4. for the public health program (interrupt transmission earlier, abbreviated period for transmission, focused contact investigations).
  6. Turnaround time (TAT) must be as brief as possible to maximize benefits of NAA testing.  The key TAT is the interval from specimen collection to time that the laboratory report is communicated to the health care provider. 
  7. Good communication between laboratorians, health care providers, and public health officials is critical to optimizing the benefits of NAA testing.  Standard language or statements to include in laboratory reports of NAA test results are needed.
  8. Education of laboratorians, clinicians, health care providers, TB controllers, and policy makers on the appropriate use and interpretation of NAA tests for the diagnosis of TB will be essential.
  9. For general medical care and public health systems, a single, simple algorithm for NAA testing is preferred.  Some special circumstances, such as infection control and inpatient medical care, may require separate algorithms.
  10. There are only two FDA-approved tests which may be impractical for use by laboratories with a small volume of testing.
  11. Analyte Specific Reagent (ASR) tests for detecting M. tuberculosis bacteria (e.g., real-time PCR assays) with excellent sensitivity, specificity, speed, and ease-of-use have been recently independently developed, validated, and implemented in a variety of laboratories.
    1. Home-brew tests themselves are not regulated by the FDA, but the components (ASRs) that compose them may be regulated if purchased from a manufacturer. ASRs used in home-brew tests for TB are classified as Class III medical devices by the FDA (21 CFR 864.4020) and must be cleared or approved by FDA before they can be marketed in the United States (21 CFR 864.4020)
    2. Laboratories developing and performing home-brew tests as a diagnostic service are required to meet CLIA high-complexity certification requirements, to comply with CLIA quality control requirements, and to establish the performance of the in-house test following CLIA regulations.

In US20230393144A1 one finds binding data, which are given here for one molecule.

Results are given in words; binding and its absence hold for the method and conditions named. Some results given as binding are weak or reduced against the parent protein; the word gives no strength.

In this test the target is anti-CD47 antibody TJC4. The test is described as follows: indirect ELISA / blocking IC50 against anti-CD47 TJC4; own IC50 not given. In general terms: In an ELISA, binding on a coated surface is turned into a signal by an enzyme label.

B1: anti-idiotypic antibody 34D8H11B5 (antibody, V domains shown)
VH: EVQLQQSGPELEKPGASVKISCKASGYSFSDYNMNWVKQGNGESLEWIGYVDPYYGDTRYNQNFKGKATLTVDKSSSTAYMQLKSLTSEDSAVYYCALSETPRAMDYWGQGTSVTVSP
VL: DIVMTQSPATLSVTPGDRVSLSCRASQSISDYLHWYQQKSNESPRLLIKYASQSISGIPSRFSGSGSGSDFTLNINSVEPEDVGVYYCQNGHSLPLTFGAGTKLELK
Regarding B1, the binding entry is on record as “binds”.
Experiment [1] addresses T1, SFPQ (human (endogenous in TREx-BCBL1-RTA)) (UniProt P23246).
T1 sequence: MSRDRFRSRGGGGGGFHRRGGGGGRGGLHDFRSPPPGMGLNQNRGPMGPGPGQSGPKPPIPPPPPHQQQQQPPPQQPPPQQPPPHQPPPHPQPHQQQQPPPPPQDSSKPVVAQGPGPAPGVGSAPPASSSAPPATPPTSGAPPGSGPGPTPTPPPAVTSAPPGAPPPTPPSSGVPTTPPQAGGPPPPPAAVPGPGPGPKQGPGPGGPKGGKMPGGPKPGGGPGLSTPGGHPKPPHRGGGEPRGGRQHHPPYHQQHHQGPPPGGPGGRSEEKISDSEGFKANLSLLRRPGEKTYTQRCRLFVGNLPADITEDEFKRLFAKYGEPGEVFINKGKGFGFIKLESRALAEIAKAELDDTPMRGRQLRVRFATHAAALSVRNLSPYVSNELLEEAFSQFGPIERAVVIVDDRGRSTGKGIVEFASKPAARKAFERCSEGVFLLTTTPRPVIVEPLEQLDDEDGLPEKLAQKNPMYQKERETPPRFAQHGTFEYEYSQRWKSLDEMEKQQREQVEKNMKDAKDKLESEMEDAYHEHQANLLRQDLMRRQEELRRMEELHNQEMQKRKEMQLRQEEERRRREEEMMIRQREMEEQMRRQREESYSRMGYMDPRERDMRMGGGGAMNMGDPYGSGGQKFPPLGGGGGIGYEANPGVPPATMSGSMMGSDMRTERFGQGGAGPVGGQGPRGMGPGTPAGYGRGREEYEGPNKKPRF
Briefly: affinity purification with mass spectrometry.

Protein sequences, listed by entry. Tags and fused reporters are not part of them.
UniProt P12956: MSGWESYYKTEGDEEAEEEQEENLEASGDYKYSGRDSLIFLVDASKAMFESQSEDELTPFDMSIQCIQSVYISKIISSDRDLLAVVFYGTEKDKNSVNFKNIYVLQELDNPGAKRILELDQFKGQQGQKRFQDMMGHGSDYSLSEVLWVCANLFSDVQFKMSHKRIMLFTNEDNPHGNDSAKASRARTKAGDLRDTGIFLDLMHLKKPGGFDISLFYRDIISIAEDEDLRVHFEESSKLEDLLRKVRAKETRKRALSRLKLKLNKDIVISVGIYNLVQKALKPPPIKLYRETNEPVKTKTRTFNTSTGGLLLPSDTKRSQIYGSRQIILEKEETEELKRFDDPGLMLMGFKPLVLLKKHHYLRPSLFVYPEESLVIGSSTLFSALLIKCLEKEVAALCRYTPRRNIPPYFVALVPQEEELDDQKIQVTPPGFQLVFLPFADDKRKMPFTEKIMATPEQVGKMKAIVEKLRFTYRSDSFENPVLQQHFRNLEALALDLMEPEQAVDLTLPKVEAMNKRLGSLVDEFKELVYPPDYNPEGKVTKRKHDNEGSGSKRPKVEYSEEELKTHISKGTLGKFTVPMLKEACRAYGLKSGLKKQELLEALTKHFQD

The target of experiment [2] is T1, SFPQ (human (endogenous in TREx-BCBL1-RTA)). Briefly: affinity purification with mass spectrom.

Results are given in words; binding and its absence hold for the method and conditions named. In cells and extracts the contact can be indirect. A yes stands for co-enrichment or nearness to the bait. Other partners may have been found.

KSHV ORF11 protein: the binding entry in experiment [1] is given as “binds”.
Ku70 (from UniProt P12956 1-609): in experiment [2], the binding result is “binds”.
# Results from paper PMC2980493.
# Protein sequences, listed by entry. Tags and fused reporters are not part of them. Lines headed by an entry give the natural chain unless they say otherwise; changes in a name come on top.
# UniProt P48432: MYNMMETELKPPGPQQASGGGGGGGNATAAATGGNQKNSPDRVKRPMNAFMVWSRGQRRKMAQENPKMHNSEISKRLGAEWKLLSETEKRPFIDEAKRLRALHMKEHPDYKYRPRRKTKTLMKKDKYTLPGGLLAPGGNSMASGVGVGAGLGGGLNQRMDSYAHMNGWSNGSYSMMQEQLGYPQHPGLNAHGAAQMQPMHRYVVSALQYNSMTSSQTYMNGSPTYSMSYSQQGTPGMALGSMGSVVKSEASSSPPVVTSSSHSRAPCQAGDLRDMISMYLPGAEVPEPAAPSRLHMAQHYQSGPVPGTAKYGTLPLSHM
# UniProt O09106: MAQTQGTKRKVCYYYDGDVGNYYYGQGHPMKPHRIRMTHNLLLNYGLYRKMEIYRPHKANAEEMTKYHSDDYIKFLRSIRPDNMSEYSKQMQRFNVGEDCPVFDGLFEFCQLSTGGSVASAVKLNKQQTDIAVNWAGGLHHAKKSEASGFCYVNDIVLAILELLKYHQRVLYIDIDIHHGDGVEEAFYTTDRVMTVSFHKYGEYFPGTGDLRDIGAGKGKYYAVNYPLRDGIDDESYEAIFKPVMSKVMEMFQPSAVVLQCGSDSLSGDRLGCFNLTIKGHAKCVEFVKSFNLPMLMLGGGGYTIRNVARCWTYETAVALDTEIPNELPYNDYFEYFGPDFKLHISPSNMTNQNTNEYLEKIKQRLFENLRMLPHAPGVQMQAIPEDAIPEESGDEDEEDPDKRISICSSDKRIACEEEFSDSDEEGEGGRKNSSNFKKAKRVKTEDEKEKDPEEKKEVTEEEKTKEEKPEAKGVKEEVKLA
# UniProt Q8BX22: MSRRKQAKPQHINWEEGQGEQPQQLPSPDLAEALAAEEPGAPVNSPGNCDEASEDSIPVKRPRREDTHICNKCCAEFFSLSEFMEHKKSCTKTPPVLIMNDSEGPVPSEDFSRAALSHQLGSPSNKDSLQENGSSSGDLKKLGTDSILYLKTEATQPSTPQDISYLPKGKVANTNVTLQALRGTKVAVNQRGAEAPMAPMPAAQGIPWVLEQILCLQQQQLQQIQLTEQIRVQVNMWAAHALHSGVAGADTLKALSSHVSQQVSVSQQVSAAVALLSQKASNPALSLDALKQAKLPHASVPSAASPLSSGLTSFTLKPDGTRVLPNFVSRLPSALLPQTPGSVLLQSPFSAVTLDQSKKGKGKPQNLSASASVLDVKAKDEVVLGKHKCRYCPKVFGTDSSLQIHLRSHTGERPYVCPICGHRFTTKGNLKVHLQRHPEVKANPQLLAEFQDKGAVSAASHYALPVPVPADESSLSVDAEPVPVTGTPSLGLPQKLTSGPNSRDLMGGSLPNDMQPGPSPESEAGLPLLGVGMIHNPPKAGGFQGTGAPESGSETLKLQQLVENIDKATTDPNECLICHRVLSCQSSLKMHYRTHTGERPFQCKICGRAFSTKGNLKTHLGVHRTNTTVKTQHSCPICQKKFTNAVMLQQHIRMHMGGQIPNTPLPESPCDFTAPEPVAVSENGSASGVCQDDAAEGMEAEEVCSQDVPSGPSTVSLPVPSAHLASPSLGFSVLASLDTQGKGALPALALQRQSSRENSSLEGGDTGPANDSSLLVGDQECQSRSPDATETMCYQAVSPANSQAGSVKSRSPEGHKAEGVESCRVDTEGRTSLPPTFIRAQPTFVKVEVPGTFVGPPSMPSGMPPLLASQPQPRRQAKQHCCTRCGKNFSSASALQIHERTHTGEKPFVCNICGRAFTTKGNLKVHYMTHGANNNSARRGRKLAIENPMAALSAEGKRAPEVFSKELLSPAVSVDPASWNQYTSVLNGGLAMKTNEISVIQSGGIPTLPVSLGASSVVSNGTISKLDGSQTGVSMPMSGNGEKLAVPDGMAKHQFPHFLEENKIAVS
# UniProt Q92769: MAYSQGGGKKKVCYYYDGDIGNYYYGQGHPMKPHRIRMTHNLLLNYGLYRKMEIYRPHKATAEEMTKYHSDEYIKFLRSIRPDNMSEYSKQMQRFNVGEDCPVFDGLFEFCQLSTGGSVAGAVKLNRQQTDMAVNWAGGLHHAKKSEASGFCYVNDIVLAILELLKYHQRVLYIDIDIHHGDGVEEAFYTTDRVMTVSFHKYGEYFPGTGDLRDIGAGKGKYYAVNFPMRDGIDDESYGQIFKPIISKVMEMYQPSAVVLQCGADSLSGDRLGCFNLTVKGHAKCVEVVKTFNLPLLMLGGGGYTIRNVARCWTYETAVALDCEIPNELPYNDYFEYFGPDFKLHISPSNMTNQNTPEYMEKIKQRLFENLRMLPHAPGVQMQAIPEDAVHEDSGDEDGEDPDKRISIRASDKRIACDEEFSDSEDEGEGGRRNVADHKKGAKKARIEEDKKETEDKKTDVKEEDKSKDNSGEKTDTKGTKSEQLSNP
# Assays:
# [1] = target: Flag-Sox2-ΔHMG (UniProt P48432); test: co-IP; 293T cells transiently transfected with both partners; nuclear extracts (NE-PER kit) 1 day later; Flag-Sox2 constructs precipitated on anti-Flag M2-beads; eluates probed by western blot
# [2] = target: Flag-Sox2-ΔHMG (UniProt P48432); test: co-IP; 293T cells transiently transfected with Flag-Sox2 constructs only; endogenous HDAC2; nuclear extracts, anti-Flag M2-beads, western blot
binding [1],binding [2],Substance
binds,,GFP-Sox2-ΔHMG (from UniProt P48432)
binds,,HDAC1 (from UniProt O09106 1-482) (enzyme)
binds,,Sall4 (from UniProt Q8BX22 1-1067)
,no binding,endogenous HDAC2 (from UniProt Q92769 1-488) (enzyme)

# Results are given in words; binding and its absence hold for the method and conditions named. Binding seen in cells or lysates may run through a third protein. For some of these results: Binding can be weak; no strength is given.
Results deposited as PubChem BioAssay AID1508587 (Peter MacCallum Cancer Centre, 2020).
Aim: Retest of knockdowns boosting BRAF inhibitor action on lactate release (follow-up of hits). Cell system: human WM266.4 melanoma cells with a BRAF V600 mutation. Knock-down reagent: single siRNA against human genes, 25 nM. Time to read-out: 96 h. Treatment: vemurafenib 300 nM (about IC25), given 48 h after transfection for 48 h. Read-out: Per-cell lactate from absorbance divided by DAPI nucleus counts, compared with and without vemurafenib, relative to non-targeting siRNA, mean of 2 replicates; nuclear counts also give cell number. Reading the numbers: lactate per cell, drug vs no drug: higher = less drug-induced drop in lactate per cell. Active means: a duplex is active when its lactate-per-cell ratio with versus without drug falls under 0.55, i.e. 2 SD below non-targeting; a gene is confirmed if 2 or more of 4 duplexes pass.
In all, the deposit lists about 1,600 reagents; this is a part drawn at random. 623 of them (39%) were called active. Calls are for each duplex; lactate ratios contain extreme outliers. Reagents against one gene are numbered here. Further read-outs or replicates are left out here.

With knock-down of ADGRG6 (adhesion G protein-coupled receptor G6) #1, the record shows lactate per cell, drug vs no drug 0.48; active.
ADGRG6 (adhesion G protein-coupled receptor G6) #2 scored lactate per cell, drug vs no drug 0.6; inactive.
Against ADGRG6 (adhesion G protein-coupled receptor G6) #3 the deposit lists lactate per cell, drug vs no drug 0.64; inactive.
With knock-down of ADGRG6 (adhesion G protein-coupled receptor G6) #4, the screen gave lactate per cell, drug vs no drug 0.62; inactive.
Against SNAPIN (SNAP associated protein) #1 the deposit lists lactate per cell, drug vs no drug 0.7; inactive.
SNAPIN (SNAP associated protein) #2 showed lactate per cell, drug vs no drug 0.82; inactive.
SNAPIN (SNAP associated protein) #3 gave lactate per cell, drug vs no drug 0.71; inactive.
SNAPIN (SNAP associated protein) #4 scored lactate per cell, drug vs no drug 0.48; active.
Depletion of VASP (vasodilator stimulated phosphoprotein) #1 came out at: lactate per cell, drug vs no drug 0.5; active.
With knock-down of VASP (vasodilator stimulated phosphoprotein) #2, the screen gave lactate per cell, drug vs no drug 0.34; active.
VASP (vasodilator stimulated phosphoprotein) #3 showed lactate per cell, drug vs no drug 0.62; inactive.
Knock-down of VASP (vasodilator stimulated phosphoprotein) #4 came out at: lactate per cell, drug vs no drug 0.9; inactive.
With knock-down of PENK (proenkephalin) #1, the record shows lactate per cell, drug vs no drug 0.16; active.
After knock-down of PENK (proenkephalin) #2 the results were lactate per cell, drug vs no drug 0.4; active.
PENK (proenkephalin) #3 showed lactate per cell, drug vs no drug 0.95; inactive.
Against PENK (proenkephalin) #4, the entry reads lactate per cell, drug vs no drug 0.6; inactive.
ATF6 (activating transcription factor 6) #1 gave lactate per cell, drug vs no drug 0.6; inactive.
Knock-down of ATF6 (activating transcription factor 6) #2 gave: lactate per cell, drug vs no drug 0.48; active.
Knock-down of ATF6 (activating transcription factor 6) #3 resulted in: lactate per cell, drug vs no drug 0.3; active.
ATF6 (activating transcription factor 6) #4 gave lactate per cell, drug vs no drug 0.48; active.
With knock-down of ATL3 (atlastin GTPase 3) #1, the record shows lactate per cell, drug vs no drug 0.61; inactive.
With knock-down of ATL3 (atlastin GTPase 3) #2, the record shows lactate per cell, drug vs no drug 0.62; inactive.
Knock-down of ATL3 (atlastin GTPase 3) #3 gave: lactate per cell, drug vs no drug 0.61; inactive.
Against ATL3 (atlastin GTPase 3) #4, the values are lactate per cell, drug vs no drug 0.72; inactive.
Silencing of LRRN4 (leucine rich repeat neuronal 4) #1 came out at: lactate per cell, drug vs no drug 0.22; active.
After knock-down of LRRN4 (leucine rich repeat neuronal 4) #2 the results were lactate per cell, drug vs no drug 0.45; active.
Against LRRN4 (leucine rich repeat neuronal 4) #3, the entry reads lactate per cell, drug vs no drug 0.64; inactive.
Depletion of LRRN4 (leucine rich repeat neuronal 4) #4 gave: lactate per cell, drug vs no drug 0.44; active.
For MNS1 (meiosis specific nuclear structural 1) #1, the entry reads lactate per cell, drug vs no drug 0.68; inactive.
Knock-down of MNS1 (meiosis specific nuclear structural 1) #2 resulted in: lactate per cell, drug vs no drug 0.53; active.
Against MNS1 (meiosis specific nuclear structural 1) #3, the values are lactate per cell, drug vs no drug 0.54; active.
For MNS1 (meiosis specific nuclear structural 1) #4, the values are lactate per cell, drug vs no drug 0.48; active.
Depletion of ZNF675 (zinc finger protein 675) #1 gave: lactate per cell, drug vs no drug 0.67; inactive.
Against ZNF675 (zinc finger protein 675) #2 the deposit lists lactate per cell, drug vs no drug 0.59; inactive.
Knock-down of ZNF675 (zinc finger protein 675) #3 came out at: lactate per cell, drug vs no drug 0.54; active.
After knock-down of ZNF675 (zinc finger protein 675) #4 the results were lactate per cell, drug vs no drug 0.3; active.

3. The ordering of home-brew tests that are developed using ASRs is limited under section 520(e) of the Federal Food, Drug and Cosmetic Act to physicians and other persons authorized by applicable State law to order such tests.
    4. The laboratory that develops and performs a home-brew test using an ASR is required to inform the ordering person of the test result by appending to the test report the statement: “This test was developed and its performance characteristics determined by (Laboratory Name).” It has not been cleared or approved by the U.S. Food and Drug Administration. ” (21 CFR 809.30(e))
  12. Cost efficiency, rapid turnaround time, and expertise could be enhanced by establishing high-volume regional laboratories offering molecular tests.
  13. Sufficient information is available for making recommendations for respiratory specimens. 
  14. Further research is needed before specific recommendations can be made on the use of NAA testing in the diagnosis of TB in children who cannot produce sputum and in the diagnosis of extrapulmonary TB, although there is much anecdotal evidence of the utility of such testing in individual cases.